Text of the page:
by Amrit Paul
Don't get me wrong - I used to love berlin-artparasites. Used to, when it made sense.
(Now, if you're thinking, "When did it ever?", well, I knew you would.)
Of late, it has become pretty vague and monotonous, and if you'd followed the fall through, you must've noticed something was off. It is, to quote a friend, " too high school now."
While there's nothing wrong with a page being too "high school" (I mean, we've all been there - FINISH SCHOOL, CHILDREN), it limits art. You can't feel the connect between images and writings anymore. Or maybe, I can't. I used to. Just as bad.
(If you're thinking, "haha 'it limits art' naki, pleb saala", I knew you would.)
In its (much) better days, it used to be curated by Jovanny Ferreyra, who sadly didn't own the page. Due to some ideological differences, he left the reins, and boy did it go astray.
Upside, however, is that he now has his own page, The Artidote (parasites, antidote, geddit?).
While that's all about why berlin-artparasites doesn't make much sense (to me) anymore,
(and why Artidote might fill that void, and Nihilist Memes would stare at it),
that's only half the claim.
Now, for some Joan Cornellà, and a smile you've seen. Somewhere.
This isn't about comparing art appreciation pages with comics,
but about the highly shared works-of-art in web culture, and on my News Feed.
Joan Cornella is a Spanish cartoonist, known for his colourful dark humour. Comments on his post range from "I don't know why I follow his page", to "I'm saving money on drugs by visiting this page".
I guess we'd all be somewhere in between. Or not.
Almost all his comics have six dialogue-less panels, and what is characteristic of his works is the use of bright, cheery tones found in picture books for children. In watercolour.
And then there's the smile.
He's absurd, on the first look. And on the fifth.
And while nothing might seem to make any sense, you'd find it funny.
Gross, maybe, but funny. And then it'll make sense.
There's an abundance of deformed faces, and their places. There's blood, or the lack thereof.
And boners. Then some more blood.
But all that in colours soothing to your eyes.
The brilliance lies in the messages they convey.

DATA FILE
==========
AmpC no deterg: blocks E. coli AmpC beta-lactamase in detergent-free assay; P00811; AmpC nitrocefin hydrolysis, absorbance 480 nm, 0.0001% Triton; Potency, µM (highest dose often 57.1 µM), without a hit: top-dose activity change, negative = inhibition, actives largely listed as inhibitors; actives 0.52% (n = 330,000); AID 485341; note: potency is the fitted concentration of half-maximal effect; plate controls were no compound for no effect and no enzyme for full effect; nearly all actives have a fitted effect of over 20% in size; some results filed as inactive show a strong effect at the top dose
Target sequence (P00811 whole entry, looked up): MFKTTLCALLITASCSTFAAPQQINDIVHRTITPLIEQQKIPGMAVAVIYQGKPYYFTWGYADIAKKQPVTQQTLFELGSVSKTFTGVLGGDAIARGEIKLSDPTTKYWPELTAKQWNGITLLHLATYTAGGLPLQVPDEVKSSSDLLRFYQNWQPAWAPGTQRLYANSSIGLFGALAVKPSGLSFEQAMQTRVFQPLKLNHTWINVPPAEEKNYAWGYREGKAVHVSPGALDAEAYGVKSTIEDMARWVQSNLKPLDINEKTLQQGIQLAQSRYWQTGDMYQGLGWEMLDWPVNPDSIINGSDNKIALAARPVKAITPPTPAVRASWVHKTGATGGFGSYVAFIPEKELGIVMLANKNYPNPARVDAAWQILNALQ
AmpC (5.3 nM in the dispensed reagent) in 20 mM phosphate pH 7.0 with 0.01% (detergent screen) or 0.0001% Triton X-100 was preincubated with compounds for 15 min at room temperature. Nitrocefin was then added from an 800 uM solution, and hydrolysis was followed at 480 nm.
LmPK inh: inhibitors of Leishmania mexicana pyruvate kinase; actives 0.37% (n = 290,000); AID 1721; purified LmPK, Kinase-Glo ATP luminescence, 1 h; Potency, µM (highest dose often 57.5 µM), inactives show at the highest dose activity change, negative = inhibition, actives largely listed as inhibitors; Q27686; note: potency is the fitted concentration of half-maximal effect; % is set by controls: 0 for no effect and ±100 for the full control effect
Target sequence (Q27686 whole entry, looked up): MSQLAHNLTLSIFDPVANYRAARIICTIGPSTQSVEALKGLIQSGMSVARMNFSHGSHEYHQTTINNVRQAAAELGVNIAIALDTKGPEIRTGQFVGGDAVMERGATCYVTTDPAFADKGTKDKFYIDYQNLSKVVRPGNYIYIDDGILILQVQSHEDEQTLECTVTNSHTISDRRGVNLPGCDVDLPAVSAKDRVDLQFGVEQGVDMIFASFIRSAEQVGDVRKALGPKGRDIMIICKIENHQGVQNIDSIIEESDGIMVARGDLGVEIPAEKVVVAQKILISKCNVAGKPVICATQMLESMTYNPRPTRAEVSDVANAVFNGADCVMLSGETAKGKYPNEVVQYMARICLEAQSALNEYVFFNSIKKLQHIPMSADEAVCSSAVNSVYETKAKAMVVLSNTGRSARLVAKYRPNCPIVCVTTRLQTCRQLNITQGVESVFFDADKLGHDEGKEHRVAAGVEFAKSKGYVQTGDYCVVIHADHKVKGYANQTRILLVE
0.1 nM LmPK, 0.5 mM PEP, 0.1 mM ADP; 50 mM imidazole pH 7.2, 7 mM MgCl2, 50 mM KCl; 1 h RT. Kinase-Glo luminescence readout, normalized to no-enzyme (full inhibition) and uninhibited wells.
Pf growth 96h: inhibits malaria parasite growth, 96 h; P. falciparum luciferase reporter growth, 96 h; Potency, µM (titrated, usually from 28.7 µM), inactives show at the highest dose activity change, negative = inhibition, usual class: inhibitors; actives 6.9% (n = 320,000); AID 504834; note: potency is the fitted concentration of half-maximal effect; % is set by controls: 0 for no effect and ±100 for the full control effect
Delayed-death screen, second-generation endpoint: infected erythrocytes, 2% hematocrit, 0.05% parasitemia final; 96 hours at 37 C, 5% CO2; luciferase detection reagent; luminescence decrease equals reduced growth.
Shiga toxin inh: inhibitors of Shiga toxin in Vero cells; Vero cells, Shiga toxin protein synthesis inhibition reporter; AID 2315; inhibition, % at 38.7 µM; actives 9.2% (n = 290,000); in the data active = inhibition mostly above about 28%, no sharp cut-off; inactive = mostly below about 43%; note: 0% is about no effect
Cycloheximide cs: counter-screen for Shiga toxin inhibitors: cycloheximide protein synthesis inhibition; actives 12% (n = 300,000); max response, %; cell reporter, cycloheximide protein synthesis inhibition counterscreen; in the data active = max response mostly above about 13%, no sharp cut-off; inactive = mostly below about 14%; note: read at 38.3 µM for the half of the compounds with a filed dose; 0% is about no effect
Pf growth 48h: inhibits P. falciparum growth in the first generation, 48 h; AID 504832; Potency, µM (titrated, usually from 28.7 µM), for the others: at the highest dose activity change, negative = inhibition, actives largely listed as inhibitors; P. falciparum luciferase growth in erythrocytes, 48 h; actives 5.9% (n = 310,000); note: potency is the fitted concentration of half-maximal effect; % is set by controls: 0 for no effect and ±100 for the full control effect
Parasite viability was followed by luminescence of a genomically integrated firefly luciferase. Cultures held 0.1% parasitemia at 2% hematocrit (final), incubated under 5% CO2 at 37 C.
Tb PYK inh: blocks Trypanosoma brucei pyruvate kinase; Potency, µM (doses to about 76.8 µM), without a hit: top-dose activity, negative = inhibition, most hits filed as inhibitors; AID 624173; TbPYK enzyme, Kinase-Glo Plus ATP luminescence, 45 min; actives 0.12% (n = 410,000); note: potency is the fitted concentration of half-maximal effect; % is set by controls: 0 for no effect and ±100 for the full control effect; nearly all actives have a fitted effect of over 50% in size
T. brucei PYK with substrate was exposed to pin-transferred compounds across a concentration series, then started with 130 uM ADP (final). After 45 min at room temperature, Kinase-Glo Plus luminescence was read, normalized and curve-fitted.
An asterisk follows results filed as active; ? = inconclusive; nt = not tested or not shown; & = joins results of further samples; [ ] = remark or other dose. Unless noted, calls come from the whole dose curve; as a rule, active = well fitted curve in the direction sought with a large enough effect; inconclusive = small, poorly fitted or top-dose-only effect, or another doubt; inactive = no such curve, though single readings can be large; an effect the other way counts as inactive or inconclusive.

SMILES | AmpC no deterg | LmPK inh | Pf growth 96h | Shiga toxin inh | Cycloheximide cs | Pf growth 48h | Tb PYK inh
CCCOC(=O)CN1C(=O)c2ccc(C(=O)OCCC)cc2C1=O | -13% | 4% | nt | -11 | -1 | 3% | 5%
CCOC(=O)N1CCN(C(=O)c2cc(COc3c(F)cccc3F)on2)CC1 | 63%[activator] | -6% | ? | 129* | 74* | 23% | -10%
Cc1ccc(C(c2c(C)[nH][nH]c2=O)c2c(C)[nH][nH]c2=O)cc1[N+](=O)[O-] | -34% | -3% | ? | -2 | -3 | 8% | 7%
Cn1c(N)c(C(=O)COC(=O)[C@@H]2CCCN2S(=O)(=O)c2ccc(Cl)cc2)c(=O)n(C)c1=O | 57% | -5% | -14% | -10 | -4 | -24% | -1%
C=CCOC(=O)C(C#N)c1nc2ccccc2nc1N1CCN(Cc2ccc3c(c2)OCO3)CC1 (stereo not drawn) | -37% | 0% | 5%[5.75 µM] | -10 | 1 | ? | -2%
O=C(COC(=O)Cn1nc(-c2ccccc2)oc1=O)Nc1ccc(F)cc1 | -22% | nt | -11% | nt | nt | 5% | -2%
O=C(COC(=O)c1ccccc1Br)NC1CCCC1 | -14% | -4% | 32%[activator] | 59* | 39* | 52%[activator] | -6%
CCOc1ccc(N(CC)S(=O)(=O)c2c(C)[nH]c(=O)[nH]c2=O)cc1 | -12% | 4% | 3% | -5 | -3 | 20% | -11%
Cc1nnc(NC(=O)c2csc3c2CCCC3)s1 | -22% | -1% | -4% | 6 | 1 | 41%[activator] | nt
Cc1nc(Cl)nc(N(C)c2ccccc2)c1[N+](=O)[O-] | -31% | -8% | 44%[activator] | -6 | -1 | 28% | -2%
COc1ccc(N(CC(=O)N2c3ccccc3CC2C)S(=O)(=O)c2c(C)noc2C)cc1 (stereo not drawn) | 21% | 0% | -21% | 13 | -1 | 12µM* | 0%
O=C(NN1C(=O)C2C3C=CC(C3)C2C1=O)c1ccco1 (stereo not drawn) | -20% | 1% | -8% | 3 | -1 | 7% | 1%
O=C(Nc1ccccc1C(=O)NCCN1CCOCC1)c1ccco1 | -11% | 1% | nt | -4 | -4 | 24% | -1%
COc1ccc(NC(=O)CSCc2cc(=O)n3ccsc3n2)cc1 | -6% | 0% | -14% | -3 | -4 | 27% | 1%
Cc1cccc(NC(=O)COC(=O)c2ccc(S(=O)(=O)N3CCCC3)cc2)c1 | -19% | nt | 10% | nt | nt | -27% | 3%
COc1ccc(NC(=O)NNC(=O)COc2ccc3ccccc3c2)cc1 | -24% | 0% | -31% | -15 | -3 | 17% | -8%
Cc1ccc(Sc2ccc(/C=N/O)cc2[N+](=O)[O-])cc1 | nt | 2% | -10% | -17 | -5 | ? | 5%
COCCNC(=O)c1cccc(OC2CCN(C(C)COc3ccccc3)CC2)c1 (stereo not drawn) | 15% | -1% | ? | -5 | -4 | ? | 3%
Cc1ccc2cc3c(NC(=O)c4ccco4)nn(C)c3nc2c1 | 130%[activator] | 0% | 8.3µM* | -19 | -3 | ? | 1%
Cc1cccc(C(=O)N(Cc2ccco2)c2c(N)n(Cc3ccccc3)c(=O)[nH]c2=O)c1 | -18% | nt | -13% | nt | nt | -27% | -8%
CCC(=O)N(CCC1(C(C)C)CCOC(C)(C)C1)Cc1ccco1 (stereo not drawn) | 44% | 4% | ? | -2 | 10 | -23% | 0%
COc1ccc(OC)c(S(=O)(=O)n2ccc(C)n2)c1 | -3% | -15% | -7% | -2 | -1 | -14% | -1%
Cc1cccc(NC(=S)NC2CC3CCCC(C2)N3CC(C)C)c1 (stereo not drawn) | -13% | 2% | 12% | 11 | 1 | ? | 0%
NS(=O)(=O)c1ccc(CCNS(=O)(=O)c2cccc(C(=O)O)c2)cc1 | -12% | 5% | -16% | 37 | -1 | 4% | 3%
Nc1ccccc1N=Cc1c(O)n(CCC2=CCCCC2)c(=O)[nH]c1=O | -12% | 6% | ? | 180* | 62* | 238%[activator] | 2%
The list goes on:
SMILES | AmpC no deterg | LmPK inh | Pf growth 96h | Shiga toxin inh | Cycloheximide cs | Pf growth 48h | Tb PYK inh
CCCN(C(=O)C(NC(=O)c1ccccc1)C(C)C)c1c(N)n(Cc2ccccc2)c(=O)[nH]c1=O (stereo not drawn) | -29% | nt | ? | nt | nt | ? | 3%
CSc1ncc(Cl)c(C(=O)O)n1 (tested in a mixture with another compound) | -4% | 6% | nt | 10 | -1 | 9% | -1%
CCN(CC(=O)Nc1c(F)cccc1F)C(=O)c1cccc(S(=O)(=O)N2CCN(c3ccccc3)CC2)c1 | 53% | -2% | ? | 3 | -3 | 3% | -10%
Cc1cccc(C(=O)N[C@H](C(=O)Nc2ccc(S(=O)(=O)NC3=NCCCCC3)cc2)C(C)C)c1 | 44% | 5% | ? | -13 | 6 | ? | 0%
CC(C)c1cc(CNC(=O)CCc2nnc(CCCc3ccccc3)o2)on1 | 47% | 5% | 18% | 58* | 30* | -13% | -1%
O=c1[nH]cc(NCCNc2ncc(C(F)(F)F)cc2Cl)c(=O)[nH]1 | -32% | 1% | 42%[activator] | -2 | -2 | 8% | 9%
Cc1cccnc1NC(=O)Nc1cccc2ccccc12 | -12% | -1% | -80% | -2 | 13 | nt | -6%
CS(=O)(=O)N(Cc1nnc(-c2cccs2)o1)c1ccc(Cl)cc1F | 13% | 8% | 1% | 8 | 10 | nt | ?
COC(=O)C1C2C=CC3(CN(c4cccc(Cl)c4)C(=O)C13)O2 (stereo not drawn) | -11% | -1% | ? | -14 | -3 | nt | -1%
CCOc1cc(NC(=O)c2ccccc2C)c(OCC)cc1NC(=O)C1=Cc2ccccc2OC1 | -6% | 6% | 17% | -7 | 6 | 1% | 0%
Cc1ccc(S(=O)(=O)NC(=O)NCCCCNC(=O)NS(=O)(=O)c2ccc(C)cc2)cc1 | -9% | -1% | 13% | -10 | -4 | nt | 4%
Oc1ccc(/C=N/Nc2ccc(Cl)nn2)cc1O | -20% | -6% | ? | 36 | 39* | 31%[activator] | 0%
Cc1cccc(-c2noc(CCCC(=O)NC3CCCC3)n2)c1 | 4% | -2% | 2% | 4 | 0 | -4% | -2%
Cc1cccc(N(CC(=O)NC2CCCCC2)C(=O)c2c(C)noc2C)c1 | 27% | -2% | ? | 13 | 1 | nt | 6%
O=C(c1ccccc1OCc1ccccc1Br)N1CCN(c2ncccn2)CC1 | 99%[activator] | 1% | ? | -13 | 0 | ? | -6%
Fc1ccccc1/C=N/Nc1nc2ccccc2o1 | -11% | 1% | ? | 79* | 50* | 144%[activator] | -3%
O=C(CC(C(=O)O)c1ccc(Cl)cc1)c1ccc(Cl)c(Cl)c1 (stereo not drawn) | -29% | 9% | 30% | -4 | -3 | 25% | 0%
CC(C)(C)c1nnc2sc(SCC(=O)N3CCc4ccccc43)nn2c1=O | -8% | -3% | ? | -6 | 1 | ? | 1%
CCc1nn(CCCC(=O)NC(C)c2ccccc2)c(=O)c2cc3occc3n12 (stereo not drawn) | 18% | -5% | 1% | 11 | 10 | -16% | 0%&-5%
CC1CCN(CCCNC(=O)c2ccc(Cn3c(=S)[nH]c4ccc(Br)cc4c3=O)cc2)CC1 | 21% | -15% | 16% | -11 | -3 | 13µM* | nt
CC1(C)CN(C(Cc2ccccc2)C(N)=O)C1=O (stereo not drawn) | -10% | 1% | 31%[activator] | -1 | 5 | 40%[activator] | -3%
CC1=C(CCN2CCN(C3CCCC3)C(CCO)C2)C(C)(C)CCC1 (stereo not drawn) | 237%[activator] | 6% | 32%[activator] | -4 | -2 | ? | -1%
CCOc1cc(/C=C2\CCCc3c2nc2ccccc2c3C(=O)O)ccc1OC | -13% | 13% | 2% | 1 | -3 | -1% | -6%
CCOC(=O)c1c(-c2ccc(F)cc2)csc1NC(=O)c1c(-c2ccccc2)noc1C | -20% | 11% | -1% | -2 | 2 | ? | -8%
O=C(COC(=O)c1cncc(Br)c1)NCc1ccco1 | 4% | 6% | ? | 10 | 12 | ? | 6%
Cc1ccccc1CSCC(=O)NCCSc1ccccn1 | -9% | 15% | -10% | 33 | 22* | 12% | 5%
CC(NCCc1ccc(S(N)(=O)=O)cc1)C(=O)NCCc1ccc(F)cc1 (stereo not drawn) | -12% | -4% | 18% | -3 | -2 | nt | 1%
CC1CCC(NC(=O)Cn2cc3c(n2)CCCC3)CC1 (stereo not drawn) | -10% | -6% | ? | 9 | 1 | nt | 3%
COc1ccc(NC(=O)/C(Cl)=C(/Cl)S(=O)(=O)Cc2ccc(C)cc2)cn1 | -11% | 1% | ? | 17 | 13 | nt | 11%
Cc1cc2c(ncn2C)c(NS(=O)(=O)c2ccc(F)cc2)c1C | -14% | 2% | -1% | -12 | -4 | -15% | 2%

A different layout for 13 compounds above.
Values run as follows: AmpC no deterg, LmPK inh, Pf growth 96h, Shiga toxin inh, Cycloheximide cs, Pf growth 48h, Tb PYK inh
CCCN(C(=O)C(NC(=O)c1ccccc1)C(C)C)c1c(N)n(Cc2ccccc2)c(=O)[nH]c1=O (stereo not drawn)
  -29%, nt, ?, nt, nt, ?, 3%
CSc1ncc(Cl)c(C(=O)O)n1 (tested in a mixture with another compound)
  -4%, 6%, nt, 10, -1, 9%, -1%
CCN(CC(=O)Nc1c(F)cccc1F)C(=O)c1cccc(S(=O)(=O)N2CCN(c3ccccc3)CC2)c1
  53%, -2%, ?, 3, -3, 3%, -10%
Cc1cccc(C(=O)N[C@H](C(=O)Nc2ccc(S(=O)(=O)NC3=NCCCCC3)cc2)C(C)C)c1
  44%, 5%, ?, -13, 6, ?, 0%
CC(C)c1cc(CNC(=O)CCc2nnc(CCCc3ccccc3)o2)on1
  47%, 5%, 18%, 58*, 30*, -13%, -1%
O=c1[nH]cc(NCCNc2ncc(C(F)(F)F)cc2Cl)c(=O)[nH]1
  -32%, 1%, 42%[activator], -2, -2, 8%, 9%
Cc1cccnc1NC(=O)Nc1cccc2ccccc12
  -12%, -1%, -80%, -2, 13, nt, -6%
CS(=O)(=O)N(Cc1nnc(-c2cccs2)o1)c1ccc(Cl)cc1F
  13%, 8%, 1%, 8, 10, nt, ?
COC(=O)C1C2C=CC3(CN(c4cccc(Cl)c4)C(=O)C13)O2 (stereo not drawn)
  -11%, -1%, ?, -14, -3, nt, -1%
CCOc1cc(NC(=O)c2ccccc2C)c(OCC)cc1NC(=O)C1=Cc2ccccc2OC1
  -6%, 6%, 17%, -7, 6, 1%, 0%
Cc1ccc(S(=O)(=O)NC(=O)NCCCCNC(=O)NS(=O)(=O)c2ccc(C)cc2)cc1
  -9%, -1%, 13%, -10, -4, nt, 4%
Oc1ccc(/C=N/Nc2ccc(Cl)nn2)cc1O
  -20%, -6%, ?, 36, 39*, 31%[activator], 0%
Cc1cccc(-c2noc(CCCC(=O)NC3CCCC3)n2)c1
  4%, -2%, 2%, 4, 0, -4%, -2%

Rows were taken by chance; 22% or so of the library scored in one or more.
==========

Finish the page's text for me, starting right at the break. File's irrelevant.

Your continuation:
This one, for instance, is pretty clear - how we place beauty over...yeah, you got it. I know.
Commentary on the glamorous little people making shitty music and getting away with it.
One could think of so many names.
No, this isn't about explaining every comic. Truth is, I probably cannot. But I'd laugh all the same.
His use of gore, or disturbing implications makes the thought linger on a little longer, and in effect, the message too.
Joan's style might remind you of another guy closer home - Aadarsh Balak.
While the way he draws is similar, with stoic/calm faces and colours, this is rooted more in anarchism, and the hallowed word : Swag.
इल्लुमिनाटी कनफर्म्ड |
Now, there's a possibility that one is looking "too deep" into these comics.
(If you're thinking of that Adele reference, I'll have to show you t̶h̶e̶ ̶d̶o̶o̶r̶ ̶ the calendar.)
Joan himself has gone on record to say (if you understand Italian):
"I do not care to criticize the fact, I just want to make you laugh."
And that's what makes him all the more brilliant.
I believe art has two stages - perception and depiction, with imagination cloaking them.
What is depicted sometimes takes precedence over what is perceived.
Otherwise, it's the other way round. That's where subtlety comes to play.
And to portray subtlety with gore/dicks [not गोरे dicks] and to not let the latter grab your attention for long takes merit.
Anyone can make dick jokes, like I did. But what really makes you think?
He's absurd alright, surreal, maybe, but what really shows is what affected him as a part of this society of earthlings. And how he finds humour in places others have found it too,
but he does it better. And that's how it is.
Art is a matter of belief, and
funny is limited in this world.